RimWorld is a survival, tactics, and role-playing game that offers a unique experience with each save.
Storytellers are a variety of game modes, each with its own personality to generate fresh gaming events, as well as difficulty adjuster and reload / Ironman choices. Then there are the endlessly produced maps on which to build your colonies.
Animals and wildlife play a significant role in RimWorld. Animals are a fun aspect worth discussing in our RimWorld beginner’s guide, ranging from lowly pets to valuable members of society.
And now I’m gonna list all Rimworld best animals to farm for each different purpose.
Table of Contents
Rimworld Best Animals to Farm – For Meat
Rimworld Best Animals to Farm – For Food
Rimworld Best Animals to Farm – For Money
Rimworld Best Animals to Farm – For Combat
Rimworld Best Animals to Farm – For Breeding
Cows are the easiest food animal to keep if you’re on a map with a lot of grazing time per year, and they provide a lot of profit in the form of meat, milk, and leather.
Tortoises are the most efficient food and profit animals when kept for meat, while Chickens are the second most efficient via egg-laying but aren’t great for wealth. Cows, on the other hand, are still good even if you have to feed them, so I definitely recommend them.
Tortoises are the most efficient profit and food per nutrition of any animal without grazing. Horses, cows, muffalos, and bisons, on the other hand, are still viable possibilities.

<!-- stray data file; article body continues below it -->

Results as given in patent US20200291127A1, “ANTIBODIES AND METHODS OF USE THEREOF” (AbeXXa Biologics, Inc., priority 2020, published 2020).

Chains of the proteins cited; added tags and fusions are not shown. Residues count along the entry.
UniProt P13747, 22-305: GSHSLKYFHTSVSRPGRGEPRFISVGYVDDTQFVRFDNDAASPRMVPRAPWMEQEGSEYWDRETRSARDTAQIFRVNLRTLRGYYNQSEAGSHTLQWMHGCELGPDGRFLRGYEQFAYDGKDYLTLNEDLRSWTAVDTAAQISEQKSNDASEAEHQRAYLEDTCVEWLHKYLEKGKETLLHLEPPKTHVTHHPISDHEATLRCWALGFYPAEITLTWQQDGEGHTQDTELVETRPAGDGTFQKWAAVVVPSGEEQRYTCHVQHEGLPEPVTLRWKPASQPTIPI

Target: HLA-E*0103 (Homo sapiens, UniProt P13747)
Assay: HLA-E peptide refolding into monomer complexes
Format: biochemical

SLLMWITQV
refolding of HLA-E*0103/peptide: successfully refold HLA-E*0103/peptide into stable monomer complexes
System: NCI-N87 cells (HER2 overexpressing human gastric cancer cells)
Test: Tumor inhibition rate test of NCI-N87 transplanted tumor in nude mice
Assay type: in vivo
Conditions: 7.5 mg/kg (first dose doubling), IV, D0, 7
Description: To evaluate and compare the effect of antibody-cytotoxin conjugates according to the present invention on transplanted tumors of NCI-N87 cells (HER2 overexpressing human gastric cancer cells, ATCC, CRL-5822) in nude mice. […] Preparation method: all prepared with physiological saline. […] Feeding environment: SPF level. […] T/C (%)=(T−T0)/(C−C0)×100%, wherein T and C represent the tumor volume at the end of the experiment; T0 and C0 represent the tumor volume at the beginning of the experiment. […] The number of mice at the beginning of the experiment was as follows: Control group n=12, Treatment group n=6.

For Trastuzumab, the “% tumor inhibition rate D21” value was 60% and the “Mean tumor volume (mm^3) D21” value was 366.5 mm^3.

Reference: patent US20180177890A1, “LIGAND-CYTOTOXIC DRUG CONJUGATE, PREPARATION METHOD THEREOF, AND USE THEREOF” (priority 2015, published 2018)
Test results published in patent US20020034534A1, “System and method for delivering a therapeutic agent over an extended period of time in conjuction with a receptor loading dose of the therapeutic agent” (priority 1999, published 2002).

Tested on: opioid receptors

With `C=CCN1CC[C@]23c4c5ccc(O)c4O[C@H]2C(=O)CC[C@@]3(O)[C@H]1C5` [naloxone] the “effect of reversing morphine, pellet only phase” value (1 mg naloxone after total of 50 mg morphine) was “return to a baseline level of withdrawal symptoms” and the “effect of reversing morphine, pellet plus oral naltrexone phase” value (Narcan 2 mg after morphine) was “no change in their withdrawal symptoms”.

Chinchillas are the number two overall, with foxes, Guinea Pigs, and Ibex rounding out the top five in terms of nutrition to profit efficiency.
Elephants are the easiest and most useful animal to keep, as they are tough in combat, good movers, profitable, pack animals, and grazers with all of those characteristics.
Overall, Thrumbos and Megasloths are superior, but they are considerably more difficult to tame and train, and they do not qualify as pack animals.
Finally, a word about the male-to-female ratios. I normally recommend a male-to-female ratio of 1:2 since it ensures that there is a minimal pause between birth and fertilization.
You could conceivably cut this down to 1:3 without any serious concerns after your herd is up and running, as long as you have enough males to safely absorb any losses. Males, on the other hand, have a minimal effect on the equation because females and their offspring outnumber them by a large ratio.